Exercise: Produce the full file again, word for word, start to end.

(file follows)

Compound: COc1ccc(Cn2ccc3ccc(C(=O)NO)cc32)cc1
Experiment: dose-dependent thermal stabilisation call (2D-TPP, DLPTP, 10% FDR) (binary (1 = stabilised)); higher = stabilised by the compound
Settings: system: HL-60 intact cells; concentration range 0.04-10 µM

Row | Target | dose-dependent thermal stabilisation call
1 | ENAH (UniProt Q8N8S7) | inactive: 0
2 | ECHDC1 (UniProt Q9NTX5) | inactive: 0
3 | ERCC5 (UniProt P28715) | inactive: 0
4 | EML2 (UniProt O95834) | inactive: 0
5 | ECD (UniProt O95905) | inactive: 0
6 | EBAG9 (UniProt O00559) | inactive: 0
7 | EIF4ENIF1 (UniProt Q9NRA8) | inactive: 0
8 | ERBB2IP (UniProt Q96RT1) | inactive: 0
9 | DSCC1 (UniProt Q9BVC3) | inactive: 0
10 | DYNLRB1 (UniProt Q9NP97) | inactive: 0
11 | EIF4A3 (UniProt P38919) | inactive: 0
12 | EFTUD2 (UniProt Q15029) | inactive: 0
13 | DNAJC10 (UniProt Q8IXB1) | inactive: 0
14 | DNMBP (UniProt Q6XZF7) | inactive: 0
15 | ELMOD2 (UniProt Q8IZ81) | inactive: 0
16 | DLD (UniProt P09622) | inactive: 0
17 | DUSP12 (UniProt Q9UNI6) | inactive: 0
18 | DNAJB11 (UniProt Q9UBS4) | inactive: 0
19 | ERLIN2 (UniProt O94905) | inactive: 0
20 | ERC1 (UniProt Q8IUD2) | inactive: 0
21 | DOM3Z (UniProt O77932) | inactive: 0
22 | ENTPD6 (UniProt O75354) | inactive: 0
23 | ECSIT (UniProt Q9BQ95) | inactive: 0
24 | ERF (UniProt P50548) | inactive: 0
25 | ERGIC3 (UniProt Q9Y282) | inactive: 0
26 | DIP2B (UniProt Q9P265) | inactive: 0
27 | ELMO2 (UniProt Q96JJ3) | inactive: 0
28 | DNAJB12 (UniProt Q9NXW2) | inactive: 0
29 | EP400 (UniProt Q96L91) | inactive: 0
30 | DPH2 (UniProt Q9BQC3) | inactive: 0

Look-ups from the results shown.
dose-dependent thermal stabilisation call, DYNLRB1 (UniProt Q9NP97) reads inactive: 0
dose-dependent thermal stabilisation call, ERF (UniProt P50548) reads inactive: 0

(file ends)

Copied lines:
Compound: COc1ccc(Cn2ccc3ccc(C(=O)NO)cc32)cc1
Experiment: dose-dependent thermal stabilisation call (2D-TPP, DLPTP, 10% FDR) (binary (1 = stabilised)); higher = stabilised by the compound
Settings: system: HL-60 intact cells; concentration range 0.04-10 µM

Row | Target | dose-dependent thermal stabilisation call
1 | ENAH (UniProt Q8N8S7) | inactive: 0
2 | ECHDC1 (UniProt Q9NTX5) | inactive: 0
3 | ERCC5 (UniProt P28715) | inactive: 0
4 | EML2 (UniProt O95834) | inactive: 0
5 | ECD (UniProt O95905) | inactive: 0
6 | EBAG9 (UniProt O00559) | inactive: 0
7 | EIF4ENIF1 (UniProt Q9NRA8) | inactive: 0
8 | ERBB2IP (UniProt Q96RT1) | inactive: 0
9 | DSCC1 (UniProt Q9BVC3) | inactive: 0
10 | DYNLRB1 (UniProt Q9NP97) | inactive: 0
11 | EIF4A3 (UniProt P38919) | inactive: 0
12 | EFTUD2 (UniProt Q15029) | inactive: 0
13 | DNAJC10 (UniProt Q8IXB1) | inactive: 0
14 | DNMBP (UniProt Q6XZF7) | inactive: 0
15 | ELMOD2 (UniProt Q8IZ81) | inactive: 0
16 | DLD (UniProt P09622) | inactive: 0
17 | DUSP12 (UniProt Q9UNI6) | inactive: 0
18 | DNAJB11 (UniProt Q9UBS4) | inactive: 0
19 | ERLIN2 (UniProt O94905) | inactive: 0
20 | ERC1 (UniProt Q8IUD2) | inactive: 0
21 | DOM3Z (UniProt O77932) | inactive: 0
22 | ENTPD6 (UniProt O75354) | inactive: 0
23 | ECSIT (UniProt Q9BQ95) | inactive: 0
24 | ERF (UniProt P50548) | inactive: 0
25 | ERGIC3 (UniProt Q9Y282) | inactive: 0
26 | DIP2B (UniProt Q9P265) | inactive: 0
27 | ELMO2 (UniProt Q96JJ3) | inactive: 0
28 | DNAJB12 (UniProt Q9NXW2) | inactive: 0
29 | EP400 (UniProt Q96L91) | inactive: 0
30 | DPH2 (UniProt Q9BQC3) | inactive: 0

Look-ups from the results shown.
dose-dependent thermal stabilisation call, DYNLRB1 (UniProt Q9NP97) reads inactive: 0
dose-dependent thermal stabilisation call, ERF (UniProt P50548) reads inactive: 0